Active in expanding definitions and expectations since the 1960s, Peter Brötzmann is perhaps the elder statesman of European free jazz. The German woodwind player (and visual artist) takes winds to the extreme; the most intense and least melodic moments of John Coltrane or Albert Ayler are just a starting point in much of his work.
Collaborating with countless musicians, often and notably Han Bennink (of Instant Composer's Pool fame), Brötzmann has made a slew of improv records based on winds paired with a rhythm section. His work since the mid-'90s with his group, the Chicago Tentet, has also found acclaim. He appears Tue., June 9, at the New Hazlett Theater with his current lineup, the Brötzmann/Pliakas/Wertmüller Trio.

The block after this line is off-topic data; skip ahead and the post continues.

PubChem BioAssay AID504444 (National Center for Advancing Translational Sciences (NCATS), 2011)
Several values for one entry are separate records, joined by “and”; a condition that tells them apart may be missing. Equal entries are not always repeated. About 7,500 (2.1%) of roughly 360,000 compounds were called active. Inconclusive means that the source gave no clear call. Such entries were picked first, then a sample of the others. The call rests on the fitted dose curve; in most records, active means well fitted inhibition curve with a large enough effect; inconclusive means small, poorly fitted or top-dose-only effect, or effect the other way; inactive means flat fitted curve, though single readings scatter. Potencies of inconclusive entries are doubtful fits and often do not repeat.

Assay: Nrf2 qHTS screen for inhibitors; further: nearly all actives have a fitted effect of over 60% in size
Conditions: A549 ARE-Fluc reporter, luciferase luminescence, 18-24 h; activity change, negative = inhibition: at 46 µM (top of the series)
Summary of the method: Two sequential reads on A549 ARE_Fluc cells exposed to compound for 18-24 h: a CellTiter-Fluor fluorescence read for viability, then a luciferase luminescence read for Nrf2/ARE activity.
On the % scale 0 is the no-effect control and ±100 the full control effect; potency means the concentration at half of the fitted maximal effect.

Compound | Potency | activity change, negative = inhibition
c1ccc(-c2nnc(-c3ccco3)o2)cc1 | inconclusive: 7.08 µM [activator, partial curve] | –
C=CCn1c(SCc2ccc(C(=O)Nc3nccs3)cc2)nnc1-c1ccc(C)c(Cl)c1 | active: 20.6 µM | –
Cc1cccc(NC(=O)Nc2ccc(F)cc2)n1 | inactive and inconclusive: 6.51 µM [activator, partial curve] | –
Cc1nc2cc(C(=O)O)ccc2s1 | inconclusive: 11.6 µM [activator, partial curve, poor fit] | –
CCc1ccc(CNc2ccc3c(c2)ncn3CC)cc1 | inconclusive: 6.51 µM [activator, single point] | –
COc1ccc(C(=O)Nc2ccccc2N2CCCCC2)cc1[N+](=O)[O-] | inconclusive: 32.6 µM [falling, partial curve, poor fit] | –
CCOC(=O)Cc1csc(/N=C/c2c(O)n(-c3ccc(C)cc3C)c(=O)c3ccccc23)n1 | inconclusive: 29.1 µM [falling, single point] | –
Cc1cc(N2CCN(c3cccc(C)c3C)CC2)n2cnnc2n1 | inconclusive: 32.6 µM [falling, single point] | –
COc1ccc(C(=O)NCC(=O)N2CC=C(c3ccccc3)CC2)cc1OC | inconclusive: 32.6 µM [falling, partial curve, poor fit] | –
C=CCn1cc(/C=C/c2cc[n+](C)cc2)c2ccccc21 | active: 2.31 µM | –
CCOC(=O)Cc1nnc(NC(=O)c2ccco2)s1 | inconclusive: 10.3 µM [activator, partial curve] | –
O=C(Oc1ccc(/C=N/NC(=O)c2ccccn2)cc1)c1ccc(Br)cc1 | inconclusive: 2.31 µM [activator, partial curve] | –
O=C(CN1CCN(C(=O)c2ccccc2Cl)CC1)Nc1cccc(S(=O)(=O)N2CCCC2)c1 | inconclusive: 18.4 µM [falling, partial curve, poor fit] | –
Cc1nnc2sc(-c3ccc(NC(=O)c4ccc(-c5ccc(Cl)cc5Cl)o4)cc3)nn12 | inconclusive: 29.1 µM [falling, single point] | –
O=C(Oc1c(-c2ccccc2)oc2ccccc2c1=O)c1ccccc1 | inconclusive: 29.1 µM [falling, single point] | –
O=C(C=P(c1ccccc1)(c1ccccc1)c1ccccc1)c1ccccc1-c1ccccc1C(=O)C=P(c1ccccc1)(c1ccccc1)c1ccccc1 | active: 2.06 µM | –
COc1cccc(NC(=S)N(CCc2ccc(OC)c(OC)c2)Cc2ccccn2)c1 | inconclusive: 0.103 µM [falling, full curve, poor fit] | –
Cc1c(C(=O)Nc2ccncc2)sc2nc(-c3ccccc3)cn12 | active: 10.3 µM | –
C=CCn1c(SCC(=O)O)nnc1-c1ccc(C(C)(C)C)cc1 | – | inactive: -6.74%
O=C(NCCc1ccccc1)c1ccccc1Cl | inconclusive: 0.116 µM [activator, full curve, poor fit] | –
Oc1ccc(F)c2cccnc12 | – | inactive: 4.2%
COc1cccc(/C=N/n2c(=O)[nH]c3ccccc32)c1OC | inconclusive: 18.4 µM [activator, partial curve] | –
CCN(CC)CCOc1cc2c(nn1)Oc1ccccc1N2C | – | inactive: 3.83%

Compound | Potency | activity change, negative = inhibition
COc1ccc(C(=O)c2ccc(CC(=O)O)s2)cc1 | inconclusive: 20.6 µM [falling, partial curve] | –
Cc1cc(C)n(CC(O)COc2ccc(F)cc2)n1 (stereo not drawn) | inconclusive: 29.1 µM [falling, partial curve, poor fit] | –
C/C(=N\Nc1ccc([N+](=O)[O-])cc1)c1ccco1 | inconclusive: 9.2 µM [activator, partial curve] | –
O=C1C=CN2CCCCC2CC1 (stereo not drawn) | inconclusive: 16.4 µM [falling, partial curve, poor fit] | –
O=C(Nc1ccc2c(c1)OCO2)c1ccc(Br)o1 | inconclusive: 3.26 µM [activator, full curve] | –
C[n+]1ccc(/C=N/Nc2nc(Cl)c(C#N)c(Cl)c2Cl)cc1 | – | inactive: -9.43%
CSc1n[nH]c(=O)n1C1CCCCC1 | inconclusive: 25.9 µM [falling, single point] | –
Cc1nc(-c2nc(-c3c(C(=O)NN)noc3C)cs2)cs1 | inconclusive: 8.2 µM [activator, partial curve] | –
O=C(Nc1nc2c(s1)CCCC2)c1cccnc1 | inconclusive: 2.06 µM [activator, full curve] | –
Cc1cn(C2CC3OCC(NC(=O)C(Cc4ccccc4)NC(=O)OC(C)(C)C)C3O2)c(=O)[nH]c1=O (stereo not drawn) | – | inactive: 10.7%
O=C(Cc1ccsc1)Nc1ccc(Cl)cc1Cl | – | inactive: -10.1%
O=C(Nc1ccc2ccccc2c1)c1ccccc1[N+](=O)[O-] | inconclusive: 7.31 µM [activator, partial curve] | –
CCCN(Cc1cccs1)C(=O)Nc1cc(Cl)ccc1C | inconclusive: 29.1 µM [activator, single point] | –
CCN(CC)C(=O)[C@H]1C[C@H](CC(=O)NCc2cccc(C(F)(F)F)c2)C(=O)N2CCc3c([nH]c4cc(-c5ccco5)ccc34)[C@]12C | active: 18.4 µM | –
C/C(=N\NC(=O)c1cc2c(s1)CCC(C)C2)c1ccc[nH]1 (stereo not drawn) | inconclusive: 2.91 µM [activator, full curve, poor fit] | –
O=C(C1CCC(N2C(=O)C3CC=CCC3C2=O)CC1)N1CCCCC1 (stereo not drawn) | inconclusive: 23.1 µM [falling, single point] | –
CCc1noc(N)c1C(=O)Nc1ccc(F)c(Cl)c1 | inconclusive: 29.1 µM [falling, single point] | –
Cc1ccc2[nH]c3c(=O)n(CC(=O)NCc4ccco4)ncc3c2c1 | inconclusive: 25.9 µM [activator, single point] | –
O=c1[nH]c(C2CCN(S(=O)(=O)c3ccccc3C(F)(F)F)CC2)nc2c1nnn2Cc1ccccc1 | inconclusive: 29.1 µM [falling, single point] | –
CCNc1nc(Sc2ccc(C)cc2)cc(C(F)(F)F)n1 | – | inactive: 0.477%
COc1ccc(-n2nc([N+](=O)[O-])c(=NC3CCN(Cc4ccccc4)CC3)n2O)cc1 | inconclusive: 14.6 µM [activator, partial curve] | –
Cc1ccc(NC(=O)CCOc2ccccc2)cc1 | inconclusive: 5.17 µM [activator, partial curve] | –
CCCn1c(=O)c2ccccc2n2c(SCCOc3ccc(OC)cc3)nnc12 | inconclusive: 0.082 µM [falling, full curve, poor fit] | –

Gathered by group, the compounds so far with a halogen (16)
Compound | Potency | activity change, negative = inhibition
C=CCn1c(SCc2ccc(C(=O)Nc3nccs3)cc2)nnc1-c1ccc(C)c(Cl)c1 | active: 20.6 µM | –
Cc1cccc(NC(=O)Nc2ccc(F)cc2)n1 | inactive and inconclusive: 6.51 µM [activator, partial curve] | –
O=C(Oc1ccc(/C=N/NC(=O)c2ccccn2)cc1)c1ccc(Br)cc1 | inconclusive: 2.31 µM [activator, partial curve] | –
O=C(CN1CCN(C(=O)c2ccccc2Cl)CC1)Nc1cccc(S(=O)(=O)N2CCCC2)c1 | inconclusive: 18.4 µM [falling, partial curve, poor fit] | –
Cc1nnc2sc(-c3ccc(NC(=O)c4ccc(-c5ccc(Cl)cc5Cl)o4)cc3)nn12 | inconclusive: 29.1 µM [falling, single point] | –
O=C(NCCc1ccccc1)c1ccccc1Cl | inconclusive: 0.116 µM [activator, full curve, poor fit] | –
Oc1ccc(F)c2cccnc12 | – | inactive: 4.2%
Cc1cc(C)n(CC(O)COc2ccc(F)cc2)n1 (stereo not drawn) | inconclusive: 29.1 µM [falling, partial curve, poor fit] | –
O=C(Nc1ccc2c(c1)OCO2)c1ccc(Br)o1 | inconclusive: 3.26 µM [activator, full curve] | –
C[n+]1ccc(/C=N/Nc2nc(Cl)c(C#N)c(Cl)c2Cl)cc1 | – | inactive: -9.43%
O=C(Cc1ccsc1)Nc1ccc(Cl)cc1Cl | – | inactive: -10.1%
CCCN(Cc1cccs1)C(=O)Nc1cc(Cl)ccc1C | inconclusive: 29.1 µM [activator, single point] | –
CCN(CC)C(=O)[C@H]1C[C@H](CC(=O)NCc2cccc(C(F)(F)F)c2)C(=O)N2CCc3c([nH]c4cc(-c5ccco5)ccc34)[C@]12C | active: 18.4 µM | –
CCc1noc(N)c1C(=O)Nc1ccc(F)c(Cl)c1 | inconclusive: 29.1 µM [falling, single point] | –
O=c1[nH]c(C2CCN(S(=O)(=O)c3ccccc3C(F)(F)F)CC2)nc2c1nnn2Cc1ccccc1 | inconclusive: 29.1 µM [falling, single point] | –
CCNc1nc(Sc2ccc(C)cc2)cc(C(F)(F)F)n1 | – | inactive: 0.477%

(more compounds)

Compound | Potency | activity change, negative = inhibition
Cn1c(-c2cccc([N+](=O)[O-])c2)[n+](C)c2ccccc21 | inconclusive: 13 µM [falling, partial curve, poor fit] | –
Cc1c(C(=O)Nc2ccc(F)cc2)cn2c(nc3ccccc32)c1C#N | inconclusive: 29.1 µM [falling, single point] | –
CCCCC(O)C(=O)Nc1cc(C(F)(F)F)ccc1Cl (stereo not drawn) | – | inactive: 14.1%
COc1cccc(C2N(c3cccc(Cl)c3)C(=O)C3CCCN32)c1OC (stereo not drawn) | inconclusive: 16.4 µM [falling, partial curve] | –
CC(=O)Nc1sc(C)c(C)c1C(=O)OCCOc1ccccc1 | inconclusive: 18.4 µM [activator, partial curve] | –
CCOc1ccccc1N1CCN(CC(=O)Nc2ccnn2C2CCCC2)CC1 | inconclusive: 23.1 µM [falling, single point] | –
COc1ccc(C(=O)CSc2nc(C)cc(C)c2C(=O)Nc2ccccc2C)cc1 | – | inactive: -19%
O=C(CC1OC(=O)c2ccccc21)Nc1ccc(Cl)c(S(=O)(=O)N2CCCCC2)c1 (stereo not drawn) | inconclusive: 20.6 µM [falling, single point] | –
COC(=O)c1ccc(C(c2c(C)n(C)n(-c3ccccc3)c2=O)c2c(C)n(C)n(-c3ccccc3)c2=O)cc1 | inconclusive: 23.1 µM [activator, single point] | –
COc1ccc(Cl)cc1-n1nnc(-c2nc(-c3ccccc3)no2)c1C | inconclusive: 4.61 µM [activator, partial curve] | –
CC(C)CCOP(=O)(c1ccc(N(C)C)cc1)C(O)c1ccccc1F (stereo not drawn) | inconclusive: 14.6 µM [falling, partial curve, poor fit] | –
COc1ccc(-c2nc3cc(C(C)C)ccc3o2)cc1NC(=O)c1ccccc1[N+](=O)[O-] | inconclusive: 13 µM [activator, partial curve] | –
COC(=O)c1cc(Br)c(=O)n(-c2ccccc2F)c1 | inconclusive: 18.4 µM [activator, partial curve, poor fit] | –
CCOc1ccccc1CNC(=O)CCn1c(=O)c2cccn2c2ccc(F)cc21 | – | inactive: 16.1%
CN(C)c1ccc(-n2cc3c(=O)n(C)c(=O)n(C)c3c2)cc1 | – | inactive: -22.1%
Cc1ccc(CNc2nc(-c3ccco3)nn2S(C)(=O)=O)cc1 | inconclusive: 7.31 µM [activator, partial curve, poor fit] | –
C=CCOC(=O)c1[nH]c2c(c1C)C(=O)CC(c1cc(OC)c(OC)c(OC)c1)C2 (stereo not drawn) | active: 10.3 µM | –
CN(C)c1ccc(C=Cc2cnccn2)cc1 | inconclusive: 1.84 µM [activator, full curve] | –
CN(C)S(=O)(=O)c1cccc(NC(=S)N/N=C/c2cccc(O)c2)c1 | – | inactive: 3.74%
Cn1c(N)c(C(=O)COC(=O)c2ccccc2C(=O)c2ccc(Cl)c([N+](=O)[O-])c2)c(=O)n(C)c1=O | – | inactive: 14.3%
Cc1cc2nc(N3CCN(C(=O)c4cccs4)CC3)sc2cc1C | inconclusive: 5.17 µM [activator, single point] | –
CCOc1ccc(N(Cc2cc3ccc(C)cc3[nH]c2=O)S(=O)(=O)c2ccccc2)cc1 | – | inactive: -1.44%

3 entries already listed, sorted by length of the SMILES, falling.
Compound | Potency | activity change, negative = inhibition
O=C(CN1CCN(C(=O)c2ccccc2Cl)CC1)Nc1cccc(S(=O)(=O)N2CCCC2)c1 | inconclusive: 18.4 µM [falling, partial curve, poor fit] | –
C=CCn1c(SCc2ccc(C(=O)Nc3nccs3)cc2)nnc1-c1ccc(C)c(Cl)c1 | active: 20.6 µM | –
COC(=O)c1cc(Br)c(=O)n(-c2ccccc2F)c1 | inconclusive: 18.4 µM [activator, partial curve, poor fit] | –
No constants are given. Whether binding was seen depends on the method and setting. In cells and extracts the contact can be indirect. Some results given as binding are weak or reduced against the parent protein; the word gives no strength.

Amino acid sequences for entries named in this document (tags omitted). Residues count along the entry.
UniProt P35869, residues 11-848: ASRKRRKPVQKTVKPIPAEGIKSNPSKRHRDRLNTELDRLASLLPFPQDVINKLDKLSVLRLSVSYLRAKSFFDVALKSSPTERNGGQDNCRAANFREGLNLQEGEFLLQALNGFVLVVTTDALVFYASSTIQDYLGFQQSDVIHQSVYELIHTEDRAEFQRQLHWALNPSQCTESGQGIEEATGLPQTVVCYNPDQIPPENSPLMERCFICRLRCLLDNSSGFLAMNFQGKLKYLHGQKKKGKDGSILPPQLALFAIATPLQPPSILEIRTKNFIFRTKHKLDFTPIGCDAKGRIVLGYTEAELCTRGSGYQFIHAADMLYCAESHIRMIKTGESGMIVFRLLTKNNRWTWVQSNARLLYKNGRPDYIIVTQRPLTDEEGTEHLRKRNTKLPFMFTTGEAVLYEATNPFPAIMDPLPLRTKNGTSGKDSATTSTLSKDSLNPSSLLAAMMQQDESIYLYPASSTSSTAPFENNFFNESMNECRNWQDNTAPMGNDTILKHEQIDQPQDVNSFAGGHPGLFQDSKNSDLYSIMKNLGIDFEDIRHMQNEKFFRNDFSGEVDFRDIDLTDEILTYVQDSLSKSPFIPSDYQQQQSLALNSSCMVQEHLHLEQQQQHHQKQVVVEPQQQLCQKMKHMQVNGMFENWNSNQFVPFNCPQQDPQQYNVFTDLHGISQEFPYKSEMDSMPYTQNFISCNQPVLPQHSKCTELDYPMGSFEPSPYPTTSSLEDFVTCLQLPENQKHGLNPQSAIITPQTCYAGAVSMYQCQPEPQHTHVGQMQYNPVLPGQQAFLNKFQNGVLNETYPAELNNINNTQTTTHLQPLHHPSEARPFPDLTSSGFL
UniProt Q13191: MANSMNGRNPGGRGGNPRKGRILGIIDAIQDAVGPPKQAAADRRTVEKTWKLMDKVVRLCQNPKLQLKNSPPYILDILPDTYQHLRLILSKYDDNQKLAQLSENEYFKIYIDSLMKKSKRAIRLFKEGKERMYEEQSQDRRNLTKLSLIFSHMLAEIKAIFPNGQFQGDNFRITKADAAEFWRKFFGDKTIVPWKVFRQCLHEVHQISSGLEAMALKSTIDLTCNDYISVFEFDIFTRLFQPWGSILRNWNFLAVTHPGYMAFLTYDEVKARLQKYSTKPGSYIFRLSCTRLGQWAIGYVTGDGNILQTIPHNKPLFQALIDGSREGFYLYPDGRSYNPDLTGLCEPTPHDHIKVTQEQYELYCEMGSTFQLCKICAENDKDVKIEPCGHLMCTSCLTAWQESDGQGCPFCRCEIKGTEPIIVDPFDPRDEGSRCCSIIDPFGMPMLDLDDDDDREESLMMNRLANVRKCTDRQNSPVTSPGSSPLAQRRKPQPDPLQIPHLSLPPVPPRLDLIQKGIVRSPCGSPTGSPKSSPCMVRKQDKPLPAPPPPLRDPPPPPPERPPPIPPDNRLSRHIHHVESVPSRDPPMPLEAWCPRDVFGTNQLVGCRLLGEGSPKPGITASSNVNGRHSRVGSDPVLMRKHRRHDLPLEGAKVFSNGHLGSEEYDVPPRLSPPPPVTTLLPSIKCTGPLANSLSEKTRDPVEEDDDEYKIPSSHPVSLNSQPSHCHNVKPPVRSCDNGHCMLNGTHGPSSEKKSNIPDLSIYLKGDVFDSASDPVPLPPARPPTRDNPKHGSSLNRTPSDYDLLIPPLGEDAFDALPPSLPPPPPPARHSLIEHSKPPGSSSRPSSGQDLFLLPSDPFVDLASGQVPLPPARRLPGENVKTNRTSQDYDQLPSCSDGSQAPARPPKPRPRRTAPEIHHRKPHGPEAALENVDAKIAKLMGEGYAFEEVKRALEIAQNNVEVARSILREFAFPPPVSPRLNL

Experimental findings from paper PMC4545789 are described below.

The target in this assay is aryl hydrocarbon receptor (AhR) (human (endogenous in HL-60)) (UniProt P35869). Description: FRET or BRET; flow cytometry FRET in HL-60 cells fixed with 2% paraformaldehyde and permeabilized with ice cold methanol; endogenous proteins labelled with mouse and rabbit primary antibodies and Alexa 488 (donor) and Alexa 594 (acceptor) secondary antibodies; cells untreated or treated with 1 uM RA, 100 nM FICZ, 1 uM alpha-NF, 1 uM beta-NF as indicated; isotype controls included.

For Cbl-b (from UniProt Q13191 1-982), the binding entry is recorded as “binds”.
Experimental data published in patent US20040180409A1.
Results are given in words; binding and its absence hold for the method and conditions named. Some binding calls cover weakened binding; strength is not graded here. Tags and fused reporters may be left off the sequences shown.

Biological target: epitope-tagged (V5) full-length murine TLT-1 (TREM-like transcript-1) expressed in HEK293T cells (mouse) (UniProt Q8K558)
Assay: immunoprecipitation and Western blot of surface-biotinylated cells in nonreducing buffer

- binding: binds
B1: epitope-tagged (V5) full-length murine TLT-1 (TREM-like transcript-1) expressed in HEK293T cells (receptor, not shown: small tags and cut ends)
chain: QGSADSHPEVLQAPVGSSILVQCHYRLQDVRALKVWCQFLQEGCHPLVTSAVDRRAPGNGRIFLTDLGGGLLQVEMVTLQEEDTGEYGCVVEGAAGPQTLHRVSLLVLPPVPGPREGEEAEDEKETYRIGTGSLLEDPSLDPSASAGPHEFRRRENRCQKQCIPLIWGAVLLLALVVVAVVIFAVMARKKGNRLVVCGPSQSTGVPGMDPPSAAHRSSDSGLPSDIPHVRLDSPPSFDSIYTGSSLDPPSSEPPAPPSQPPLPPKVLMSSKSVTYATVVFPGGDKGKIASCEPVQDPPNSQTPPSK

The Brötzmann/Pliakas/Wertmüller material centers on the frenetic end of improvisational jazz; Brötzmann bleats out saxophone screams as the rhythm section moves faster than humans likely ought to. Bassist Marino Pliakas scales the frets, "Flight of the Bumblebee"-style; percussionist Michael Wertmüller flails. There are breaks now and then for contemplation; other moments, such as on the trio's Full Blast album (recorded live in 2006), suggest a doom-like vibe, not unlike the guitar-and-drums improv of James Plotkin and Tim Wyskida.
While the group plays in a traditional jazz-trio setup, its members are clearly well-versed in other genres that have come to bear in the years since jazz's heyday. The overarching point, though, is something common to free jazz, hardcore and any number of other forms of extreme music: energy.
Brötzmann/Pliakas/Wertmüller Trio with Centipede Eest. 8 p.m. Tue., June 9. New Hazlett Theater, Allegheny Square East, North Side. $15. 412-320-4610 or www.newhazletttheater.org